Wimbledon 2013: 'I won't stop unless I can't hold a racket,' says Andy Murray

British No 1 determined to play through back problem after setting up quarter-final against Verdasco

Click to follow
The Independent Online

Andy Murray was made to fight for his victory over Mikhail Youzhny here on Monday and there were times when he felt the lower back injury that forced him to miss the French Open, but nothing is going to deflect the world No 2 from his mission to win Wimbledon. “I wouldn’t stop,” Murray said last night when asked how much pain he would need to be in to pull out of the tournament. “Now that I’m playing, there’s no chance I would stop unless I couldn’t hold the racket.”

A 6-4, 7-6, 6-1 victory over Youzhny took the Scot into his sixth successive Wimbledon quarter-final, a record of consistency which no other player can match. If it was a less emphatic win than his previous three it still  preserved Murray’s record of not dropping a set in the tournament.

Murray needed extra treatment on his back after his 15th successive grass-court victory but insisted there was no cause for concern. “My back is what it is,” he said. “It’s felt way, way better than it was a few weeks ago. There are a few times on the court where you feel things. You just have to find a way of managing those issues and getting through them.

“I need to make sure I do all the right things, like ice-bathing, having my massage, and taking care of my body. Obviously a few weeks ago I missed the French Open. I don’t want it to be a case of things creeping back up on me. I want to take care of my body. It’s my main priority this tournament.”

Murray, who will take on Spain’s Fernando Verdasco in tomorrow’s quarter-finals, was below his best  during the second set in particular, but showed what a gritty competitor he is. Although he did not strike his killer backhand down the line with his usual conviction Murray still served 15 aces and his 45 winners contrasted with just 16 unforced errors.

“The matches are going to keep getting tougher,” Murray said. “ You don’t fluke at getting into the quarter-finals of a Slam. You need to win four tough matches to get there. Everyone is playing well now.”

The fact that this was a harder-fought victory than in his first three rounds was as much down to Youzhny’s quality as it was to any dip in Murray’s form. Although Youzhny has never gone beyond the quarter-finals here, only three other current players – Roger Federer, Lleyton Hewitt and Murray – have won more matches on grass than the 31-year-old Russian, who reached his first final on the surface in Halle last month.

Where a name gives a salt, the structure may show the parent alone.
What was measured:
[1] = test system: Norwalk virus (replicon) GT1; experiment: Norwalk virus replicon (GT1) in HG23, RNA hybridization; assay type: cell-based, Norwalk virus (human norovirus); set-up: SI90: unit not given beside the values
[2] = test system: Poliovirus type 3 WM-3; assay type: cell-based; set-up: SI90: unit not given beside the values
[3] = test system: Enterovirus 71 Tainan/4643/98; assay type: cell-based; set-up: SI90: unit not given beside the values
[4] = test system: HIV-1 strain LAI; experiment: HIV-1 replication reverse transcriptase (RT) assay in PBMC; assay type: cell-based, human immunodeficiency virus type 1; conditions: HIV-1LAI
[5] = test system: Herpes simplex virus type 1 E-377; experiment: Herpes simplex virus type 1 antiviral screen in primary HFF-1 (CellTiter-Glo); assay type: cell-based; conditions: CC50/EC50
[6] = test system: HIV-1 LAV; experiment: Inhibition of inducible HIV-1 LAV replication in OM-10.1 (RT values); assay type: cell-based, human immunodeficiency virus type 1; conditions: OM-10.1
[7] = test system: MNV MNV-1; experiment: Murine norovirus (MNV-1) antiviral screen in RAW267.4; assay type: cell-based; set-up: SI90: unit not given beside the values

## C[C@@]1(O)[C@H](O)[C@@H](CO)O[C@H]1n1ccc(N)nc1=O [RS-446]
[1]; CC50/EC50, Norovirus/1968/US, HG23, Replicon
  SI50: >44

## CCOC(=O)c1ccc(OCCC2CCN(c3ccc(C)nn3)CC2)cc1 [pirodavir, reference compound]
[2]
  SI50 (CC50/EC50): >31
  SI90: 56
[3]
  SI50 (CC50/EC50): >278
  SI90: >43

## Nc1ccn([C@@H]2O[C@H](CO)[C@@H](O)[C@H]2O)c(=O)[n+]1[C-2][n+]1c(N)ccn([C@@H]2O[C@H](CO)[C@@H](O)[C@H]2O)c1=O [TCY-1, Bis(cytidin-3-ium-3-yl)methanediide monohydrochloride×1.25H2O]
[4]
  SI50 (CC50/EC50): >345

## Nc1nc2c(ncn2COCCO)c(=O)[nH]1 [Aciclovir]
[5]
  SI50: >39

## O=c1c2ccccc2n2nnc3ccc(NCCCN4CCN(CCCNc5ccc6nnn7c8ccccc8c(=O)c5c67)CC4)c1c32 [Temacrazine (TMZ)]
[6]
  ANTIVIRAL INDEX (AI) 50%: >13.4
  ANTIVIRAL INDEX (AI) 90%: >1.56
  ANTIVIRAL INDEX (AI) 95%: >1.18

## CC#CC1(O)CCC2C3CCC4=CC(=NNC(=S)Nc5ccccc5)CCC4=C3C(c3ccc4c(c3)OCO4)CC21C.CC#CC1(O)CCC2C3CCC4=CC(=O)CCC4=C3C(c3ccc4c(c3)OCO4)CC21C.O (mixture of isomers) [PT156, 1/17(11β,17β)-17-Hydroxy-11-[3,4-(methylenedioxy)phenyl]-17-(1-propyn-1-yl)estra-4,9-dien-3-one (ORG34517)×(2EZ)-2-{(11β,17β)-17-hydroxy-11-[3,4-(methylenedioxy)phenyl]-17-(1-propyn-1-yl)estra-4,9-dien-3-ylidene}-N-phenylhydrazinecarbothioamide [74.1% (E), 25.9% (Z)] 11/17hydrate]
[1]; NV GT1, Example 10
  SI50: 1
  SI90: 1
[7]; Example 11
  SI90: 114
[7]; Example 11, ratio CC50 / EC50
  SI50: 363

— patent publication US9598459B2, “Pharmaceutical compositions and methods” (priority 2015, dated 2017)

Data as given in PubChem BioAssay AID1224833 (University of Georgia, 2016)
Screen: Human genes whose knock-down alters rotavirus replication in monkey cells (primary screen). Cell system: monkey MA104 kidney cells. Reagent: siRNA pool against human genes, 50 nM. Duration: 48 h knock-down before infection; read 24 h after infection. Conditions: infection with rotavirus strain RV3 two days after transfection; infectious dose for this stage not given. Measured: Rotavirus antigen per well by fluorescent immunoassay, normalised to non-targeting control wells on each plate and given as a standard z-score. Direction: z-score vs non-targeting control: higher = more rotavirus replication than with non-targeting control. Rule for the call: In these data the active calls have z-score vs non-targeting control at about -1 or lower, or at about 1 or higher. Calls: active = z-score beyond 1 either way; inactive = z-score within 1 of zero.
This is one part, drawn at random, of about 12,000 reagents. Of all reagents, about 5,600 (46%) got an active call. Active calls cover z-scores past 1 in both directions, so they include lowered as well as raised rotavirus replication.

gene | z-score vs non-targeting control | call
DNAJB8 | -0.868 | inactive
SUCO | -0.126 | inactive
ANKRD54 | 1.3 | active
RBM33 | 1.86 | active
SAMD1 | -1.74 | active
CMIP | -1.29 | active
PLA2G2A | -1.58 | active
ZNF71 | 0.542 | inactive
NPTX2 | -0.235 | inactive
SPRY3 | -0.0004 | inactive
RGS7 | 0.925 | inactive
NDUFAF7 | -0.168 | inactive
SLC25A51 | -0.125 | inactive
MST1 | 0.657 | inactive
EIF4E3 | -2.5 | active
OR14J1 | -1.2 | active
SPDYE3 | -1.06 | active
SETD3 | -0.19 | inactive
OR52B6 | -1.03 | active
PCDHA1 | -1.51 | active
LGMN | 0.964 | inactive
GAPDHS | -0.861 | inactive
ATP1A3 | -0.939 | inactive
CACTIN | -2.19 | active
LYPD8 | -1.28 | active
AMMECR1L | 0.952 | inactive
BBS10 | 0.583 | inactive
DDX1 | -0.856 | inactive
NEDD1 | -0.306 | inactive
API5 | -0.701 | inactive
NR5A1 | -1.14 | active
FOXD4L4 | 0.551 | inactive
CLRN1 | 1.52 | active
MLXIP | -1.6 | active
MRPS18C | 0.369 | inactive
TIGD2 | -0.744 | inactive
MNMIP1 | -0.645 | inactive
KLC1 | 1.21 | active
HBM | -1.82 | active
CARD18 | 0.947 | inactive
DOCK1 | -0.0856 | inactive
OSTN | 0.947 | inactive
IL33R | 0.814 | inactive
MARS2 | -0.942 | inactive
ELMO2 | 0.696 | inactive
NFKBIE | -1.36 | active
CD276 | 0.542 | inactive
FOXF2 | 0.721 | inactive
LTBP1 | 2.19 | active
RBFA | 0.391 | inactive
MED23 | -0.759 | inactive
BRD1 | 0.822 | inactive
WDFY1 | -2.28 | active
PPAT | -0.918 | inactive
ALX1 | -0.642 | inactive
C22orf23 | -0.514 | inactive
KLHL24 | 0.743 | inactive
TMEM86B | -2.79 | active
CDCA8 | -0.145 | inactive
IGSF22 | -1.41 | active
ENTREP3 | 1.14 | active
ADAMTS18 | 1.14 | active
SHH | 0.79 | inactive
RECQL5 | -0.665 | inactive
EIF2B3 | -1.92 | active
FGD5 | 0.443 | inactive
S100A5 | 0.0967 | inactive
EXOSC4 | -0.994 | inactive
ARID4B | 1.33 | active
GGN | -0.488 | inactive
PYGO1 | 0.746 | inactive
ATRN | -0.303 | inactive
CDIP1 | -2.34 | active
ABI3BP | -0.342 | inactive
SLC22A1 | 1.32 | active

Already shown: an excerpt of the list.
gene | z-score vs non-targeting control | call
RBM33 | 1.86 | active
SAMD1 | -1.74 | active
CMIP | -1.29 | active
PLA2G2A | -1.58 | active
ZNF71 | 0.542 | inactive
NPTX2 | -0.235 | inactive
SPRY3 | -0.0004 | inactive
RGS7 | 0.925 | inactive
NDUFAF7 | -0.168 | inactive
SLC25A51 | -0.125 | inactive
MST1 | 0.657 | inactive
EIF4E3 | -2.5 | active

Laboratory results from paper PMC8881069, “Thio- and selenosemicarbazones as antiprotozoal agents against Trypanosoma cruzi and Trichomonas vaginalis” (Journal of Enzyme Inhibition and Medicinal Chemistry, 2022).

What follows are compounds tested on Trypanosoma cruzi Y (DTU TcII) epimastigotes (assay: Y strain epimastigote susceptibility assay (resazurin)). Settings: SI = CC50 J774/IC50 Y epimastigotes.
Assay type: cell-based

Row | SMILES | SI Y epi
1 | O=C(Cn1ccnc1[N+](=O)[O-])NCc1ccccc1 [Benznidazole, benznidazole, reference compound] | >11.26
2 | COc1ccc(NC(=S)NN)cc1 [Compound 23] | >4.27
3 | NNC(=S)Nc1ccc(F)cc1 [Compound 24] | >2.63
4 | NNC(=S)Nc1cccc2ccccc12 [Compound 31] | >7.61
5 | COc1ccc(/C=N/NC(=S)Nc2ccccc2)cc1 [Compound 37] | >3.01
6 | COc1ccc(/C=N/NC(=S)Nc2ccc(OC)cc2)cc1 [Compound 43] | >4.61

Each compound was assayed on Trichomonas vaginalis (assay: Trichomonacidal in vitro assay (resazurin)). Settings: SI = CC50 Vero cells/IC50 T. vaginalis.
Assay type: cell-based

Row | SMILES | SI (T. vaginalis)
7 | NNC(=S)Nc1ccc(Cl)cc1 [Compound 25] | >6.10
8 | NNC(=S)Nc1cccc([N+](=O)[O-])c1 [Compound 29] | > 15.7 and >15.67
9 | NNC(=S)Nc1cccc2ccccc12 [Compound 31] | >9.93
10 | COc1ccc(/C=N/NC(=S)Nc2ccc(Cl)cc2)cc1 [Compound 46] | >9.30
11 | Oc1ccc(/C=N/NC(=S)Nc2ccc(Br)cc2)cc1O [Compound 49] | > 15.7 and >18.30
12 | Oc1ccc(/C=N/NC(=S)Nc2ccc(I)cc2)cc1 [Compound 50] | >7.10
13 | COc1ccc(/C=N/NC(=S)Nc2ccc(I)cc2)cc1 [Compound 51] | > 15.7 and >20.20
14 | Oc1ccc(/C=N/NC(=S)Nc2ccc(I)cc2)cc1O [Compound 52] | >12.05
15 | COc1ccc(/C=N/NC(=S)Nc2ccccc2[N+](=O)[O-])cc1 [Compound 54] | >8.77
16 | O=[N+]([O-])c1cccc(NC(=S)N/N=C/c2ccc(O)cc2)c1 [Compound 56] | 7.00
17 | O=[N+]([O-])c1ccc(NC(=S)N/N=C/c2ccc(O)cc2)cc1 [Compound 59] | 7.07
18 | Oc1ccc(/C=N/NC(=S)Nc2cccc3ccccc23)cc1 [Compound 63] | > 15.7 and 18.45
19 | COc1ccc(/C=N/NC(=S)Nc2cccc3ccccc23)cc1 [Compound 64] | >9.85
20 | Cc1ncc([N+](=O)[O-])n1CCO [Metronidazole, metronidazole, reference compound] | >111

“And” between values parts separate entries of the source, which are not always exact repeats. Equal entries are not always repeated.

A great stylist with a flamboyant single-handed backhand, Youzhny showed some delightful touches,  especially at the net, but Murray quickly stamped his authority, taking the first set with a single break of serve in the third game. When the Scot broke again at the same stage of the second set, completing the job with a stupendous forehand cross-court winner when at full stretch, he seemed to be coasting, but his tendency to drop his own serve immediately after a break is a recurring problem.

This time he was broken twice in a row as Youzhny went 5-2 up. However, the Russian was unable to press home his advantage as Murray fought back to force a tie-break. The Scot went  4-2 down with a double fault, but played beautifully to win five of the next six points. An exquisite drop shot and a bold serve-and-volley foray were followed by a superb backhand return winner on set point.

Youzhny, who had treatment on his shoulder before the third set, had two break points in the opening game but was soon 3-0 down. After breaking again, Murray served out for victory after two hours and 37 minutes with another classic serve-and-volley combination.

“I was pretty pumped up, especially after I won the second set, because I came back from 5-3 down in that tie-break and played four very good points to get that set,” Murray said. “It was an important set. I was up a break and then down a break. He served for the set. Then I had chances to break at 5-5. There was a lot of toing and froing. That was a big set to win.”


Verdasco brushed aside France’s Kenny de Schepper in straight sets. When Murray was told that Barry Cowan, the Sky commentator, had suggested that the Scot would be happy to face the Spanish left-hander in the quarter-finals he held his head in his hands and laughed. “Verdasco is a very, very good tennis player,” Murray said. “He’s playing very well this week. He’s extremely dangerous when he’s on his game.”

Murray added: “I haven’t played a left-hander the whole year, which I think is pretty amazing, six months into the year, so I’ll try and get a leftie in to serve at me tomorrow.”

If Murray can beat the world No 54, who has lost eight of their nine meetings, he is likely to face his biggest test yet – in every sense –against Jerzy Janowicz in Friday’s semi-finals. The 6ft 8in Pole, who beat Murray in the Paris Masters at the end of last year, reached his first Grand Slam quarter-final thanks to a 3-6, 7-6, 6-4, 4-6, 6-4 victory over Austria’s Jürgen Melzer.  Janowicz, aged 22, will be the firm favourite to make the last four at the expense of his fellow Pole, Lukasz Kubot. It is the first time ever that two Polish men have reached the quarter-finals at a Grand Slam event – and one of them will be the first to play in a semi-final.